The financial rating agency lowered the outlook for Portuguese banks from "positive" to "stable", due to the slowdown in the economy.
Moody’s lowered the outlook for the Portuguese banks’ rating from “positive” to “stable”, justifying the decision with the slowdown of the national economy. The rating agency considers that the “operating environment of the banks will remain stable” despite the economic slowdown.
“The outlook for the Portuguese banking system has changed from positive to stable with economic growth on the verge of decelerating in line with the Eurozone,” says Moody’s in a report published Monday.
Maria Vinuela, an analyst with the rating agency, points out, however, that “the capital, profitability and financing conditions of Portuguese banks will remain solid over the next 12 to 18 months, and will continue to reduce the volume of non-productive NPE assets”.
“Profitability is expected to remain close to current levels, with charges for lower provisions and cost-cutting initiatives offsetting moderate turnover and very low-interest rates,” explained Moody’s manager.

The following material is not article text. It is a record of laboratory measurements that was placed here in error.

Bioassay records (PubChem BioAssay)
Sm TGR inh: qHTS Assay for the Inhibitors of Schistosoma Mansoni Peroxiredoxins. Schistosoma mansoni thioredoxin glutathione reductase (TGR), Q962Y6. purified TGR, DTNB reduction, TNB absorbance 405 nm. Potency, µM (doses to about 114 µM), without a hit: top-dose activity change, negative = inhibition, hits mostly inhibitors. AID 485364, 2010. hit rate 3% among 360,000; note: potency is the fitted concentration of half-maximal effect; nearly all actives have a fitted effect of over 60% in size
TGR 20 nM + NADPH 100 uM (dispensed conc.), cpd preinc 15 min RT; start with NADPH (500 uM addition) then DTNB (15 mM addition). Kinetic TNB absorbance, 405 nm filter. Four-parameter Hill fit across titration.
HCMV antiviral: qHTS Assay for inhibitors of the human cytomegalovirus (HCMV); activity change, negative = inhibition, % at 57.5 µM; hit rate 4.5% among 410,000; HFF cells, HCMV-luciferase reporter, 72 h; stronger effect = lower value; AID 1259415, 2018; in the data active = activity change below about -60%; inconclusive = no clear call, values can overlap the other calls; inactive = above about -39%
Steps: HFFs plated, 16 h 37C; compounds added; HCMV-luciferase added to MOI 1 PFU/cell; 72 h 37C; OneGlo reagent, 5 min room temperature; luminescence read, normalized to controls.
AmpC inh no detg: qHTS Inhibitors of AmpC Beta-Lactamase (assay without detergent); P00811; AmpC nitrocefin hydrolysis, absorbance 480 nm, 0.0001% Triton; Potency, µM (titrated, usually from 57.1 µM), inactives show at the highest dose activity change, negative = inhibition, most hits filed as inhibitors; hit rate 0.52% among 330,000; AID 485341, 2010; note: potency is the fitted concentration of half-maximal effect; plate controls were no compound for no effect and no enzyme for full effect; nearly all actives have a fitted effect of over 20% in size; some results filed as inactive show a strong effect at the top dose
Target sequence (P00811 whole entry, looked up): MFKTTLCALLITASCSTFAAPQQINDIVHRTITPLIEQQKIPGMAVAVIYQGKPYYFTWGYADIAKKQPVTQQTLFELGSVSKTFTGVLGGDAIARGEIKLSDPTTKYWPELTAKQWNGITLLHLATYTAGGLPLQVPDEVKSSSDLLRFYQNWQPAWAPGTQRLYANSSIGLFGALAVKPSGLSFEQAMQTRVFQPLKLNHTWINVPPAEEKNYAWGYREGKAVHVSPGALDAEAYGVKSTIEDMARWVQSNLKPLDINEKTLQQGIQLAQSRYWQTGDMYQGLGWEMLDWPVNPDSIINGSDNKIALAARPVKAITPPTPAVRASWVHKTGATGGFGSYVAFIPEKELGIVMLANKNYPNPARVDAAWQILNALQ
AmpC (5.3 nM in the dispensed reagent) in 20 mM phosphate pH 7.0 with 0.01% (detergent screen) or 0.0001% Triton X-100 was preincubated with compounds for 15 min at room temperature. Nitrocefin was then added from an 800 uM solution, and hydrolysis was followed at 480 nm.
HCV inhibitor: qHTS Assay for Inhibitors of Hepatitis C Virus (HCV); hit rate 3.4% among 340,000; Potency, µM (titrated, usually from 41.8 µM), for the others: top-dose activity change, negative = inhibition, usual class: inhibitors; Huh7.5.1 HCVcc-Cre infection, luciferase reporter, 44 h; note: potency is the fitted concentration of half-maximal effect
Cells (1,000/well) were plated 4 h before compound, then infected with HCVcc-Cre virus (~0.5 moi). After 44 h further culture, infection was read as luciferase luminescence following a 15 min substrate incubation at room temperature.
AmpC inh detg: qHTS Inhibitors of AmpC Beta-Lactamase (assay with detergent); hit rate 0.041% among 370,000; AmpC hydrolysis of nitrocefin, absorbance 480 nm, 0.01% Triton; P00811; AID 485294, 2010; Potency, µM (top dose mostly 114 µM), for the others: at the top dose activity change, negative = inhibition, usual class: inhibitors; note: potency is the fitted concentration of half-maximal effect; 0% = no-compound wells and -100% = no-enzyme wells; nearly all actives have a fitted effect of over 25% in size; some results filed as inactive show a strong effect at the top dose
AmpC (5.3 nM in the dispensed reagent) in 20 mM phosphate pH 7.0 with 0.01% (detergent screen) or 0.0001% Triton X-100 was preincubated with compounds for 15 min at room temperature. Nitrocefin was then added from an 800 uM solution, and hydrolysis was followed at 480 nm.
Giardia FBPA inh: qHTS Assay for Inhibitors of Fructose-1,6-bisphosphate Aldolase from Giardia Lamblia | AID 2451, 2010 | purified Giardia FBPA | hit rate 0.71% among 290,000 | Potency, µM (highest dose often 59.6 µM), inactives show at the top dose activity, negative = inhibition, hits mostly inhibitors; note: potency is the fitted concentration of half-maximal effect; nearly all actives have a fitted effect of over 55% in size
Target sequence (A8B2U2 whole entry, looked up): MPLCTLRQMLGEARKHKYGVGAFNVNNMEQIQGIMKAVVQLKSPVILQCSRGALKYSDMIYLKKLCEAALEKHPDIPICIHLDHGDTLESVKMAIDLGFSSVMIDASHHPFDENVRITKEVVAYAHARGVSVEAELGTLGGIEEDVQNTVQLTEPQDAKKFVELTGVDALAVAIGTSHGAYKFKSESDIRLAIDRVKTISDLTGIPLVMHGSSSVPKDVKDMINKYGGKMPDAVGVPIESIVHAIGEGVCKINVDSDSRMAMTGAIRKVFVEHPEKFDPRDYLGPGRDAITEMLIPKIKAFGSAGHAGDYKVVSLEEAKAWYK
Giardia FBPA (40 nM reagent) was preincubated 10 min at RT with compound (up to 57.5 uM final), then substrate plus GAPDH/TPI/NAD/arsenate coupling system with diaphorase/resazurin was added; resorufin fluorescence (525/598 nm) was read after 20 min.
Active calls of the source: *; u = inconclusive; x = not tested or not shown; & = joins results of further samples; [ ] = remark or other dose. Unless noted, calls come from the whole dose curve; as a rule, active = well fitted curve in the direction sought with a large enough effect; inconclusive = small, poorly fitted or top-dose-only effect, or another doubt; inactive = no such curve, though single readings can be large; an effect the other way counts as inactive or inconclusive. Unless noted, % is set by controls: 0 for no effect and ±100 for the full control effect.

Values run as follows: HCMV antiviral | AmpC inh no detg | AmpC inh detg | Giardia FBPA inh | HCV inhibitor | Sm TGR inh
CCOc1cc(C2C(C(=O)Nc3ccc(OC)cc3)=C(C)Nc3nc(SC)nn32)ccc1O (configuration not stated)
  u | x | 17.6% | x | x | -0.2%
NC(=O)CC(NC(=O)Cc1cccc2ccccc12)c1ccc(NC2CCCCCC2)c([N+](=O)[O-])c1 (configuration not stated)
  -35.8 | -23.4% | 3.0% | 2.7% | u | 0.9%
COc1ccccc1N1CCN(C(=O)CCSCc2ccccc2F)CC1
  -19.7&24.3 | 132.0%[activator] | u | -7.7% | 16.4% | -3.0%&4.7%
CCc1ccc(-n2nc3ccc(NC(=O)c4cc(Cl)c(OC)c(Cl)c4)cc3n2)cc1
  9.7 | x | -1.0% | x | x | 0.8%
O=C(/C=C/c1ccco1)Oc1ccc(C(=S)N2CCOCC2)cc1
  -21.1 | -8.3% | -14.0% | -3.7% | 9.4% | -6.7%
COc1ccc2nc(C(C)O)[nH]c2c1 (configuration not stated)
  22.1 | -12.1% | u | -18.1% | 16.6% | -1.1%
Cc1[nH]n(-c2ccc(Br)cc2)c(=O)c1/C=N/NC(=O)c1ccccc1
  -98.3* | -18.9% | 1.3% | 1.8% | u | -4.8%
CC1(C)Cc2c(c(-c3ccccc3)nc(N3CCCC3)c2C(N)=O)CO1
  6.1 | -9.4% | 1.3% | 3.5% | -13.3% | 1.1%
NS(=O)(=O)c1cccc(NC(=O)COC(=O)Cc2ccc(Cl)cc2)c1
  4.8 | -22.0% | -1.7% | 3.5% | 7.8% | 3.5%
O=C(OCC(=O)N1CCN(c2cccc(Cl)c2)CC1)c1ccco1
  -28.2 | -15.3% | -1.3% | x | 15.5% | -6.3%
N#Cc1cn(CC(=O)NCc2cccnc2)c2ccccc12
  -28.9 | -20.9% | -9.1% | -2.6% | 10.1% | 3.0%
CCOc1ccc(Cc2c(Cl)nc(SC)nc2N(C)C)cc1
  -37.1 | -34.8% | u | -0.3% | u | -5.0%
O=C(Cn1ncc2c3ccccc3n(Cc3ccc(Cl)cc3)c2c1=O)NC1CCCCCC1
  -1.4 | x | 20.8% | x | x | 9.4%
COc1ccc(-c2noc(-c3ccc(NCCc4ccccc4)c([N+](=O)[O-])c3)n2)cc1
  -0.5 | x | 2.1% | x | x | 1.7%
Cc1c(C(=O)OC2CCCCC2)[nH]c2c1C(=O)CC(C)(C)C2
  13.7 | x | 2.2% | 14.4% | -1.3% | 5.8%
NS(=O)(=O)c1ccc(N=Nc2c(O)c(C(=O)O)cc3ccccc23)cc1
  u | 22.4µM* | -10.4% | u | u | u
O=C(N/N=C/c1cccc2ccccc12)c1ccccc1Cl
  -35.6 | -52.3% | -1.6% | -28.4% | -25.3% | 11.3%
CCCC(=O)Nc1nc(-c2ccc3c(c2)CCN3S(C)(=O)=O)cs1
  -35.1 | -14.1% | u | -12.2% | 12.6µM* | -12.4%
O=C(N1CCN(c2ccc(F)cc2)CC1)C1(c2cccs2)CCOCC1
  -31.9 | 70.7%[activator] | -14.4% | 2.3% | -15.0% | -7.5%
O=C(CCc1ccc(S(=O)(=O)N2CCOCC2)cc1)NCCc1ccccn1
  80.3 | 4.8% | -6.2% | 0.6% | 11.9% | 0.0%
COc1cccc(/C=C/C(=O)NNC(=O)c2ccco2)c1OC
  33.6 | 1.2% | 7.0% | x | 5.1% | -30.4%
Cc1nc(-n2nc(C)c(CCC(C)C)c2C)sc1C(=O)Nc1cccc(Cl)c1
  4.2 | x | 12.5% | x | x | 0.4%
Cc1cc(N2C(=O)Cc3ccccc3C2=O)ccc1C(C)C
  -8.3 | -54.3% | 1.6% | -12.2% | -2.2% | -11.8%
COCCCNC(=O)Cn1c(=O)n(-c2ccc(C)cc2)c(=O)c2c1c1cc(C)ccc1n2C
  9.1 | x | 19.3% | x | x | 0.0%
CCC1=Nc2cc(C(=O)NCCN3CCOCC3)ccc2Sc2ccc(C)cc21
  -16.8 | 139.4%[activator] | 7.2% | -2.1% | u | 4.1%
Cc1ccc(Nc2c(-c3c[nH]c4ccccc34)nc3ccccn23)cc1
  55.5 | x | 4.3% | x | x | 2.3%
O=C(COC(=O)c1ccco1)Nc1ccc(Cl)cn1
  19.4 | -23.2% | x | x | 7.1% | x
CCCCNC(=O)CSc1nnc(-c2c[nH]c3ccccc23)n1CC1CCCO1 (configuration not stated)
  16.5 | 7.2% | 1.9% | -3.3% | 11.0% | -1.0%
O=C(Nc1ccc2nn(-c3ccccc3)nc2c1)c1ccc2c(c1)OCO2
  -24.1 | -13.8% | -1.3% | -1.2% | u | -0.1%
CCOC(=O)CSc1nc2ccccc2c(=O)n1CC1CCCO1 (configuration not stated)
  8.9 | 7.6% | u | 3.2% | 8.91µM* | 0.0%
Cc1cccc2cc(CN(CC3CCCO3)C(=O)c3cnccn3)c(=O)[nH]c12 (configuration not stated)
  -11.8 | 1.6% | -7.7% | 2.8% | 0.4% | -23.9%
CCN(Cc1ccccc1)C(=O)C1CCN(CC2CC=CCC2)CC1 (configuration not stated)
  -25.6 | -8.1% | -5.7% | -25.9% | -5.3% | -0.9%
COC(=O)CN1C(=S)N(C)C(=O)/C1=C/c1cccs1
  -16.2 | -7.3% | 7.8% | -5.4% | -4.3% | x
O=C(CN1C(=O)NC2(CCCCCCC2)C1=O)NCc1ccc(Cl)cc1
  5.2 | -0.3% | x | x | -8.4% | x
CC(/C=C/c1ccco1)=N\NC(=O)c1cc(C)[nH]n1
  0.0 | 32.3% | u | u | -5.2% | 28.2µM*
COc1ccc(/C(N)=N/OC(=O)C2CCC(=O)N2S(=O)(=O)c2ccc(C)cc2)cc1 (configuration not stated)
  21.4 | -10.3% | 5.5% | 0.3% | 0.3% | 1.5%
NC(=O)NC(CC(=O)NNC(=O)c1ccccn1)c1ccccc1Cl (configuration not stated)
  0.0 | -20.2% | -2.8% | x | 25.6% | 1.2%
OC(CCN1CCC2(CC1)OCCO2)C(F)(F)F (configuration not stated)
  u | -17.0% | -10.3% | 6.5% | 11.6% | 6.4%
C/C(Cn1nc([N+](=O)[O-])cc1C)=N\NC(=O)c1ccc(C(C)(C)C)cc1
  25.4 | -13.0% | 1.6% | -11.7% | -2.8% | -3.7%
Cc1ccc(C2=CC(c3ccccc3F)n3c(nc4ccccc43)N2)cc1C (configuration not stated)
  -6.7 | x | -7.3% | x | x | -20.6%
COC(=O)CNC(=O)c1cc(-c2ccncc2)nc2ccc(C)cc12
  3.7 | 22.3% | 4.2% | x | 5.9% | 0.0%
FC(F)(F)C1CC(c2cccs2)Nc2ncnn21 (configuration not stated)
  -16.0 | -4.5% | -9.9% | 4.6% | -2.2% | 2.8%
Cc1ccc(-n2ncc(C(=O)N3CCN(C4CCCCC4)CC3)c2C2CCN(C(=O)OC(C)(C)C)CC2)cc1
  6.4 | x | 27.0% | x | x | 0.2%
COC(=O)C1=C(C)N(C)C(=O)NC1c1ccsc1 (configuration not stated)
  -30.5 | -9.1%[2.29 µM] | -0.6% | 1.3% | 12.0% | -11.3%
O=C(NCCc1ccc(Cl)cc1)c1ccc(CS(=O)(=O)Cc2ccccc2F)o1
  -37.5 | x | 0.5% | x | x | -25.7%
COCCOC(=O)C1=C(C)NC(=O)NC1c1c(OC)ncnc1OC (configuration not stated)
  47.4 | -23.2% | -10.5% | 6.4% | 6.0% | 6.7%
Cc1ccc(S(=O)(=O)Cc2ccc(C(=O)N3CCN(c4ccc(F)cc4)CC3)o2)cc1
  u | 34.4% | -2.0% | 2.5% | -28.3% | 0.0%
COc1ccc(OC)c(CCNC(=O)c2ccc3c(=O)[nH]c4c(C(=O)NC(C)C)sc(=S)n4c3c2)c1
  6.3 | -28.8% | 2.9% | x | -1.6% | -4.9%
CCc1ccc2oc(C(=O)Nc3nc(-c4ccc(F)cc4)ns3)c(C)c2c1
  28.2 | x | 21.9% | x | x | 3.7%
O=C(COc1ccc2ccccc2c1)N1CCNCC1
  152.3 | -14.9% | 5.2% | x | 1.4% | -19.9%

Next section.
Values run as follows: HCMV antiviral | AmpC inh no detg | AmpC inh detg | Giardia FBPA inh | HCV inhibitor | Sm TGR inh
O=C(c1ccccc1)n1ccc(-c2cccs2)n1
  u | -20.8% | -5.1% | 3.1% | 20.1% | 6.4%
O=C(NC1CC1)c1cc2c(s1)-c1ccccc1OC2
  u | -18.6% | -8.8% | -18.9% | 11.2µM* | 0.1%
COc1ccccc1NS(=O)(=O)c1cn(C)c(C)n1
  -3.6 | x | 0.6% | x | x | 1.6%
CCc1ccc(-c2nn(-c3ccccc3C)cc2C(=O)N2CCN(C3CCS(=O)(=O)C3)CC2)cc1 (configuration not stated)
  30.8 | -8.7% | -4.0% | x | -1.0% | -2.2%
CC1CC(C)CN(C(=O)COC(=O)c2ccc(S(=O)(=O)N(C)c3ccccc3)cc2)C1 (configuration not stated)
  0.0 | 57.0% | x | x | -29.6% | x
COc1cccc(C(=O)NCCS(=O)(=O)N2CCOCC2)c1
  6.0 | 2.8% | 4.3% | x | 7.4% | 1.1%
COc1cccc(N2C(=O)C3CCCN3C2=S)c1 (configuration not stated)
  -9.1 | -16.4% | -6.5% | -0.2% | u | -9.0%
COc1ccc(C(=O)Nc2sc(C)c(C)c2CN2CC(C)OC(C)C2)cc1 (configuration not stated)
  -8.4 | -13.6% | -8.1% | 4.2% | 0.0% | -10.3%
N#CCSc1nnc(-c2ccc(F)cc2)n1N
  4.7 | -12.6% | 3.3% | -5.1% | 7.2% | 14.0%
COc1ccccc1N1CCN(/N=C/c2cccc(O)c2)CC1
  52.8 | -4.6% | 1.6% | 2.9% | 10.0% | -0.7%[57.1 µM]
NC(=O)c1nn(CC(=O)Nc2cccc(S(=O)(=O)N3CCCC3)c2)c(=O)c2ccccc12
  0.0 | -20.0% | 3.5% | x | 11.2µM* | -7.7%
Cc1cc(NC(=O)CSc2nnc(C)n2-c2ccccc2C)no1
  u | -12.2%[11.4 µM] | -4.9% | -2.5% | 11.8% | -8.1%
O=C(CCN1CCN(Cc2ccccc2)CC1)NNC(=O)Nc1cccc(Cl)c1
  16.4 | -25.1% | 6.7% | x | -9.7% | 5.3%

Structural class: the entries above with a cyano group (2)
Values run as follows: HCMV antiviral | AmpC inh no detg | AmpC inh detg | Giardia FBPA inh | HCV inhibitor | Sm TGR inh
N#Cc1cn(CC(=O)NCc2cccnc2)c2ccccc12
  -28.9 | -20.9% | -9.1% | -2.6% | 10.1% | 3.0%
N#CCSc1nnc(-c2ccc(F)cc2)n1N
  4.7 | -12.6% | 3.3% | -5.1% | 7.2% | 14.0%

According to the rating agency, non-productive assets will continue to fall organically, with the trend also being helped by the sale of portfolios. But NPE levels will remain high by European standards, warns Moody’s, pointing out that Portuguese banks had a bad debt ratio of 8.9% at the end of June, which compares with the ratio of 3.0% of the European Union average. In relation to funding needs, they will remain low thanks to the deleveraging of the economy and the solid deposit base.
Moody’s sees the economy grow by 1.7% in 2019 and then converge to potential growth in the order of 1.5%. This is in a scenario in which, although the country’s credit conditions have improved, household indebtedness remains above the Eurozone average and is a factor of concern for the agency.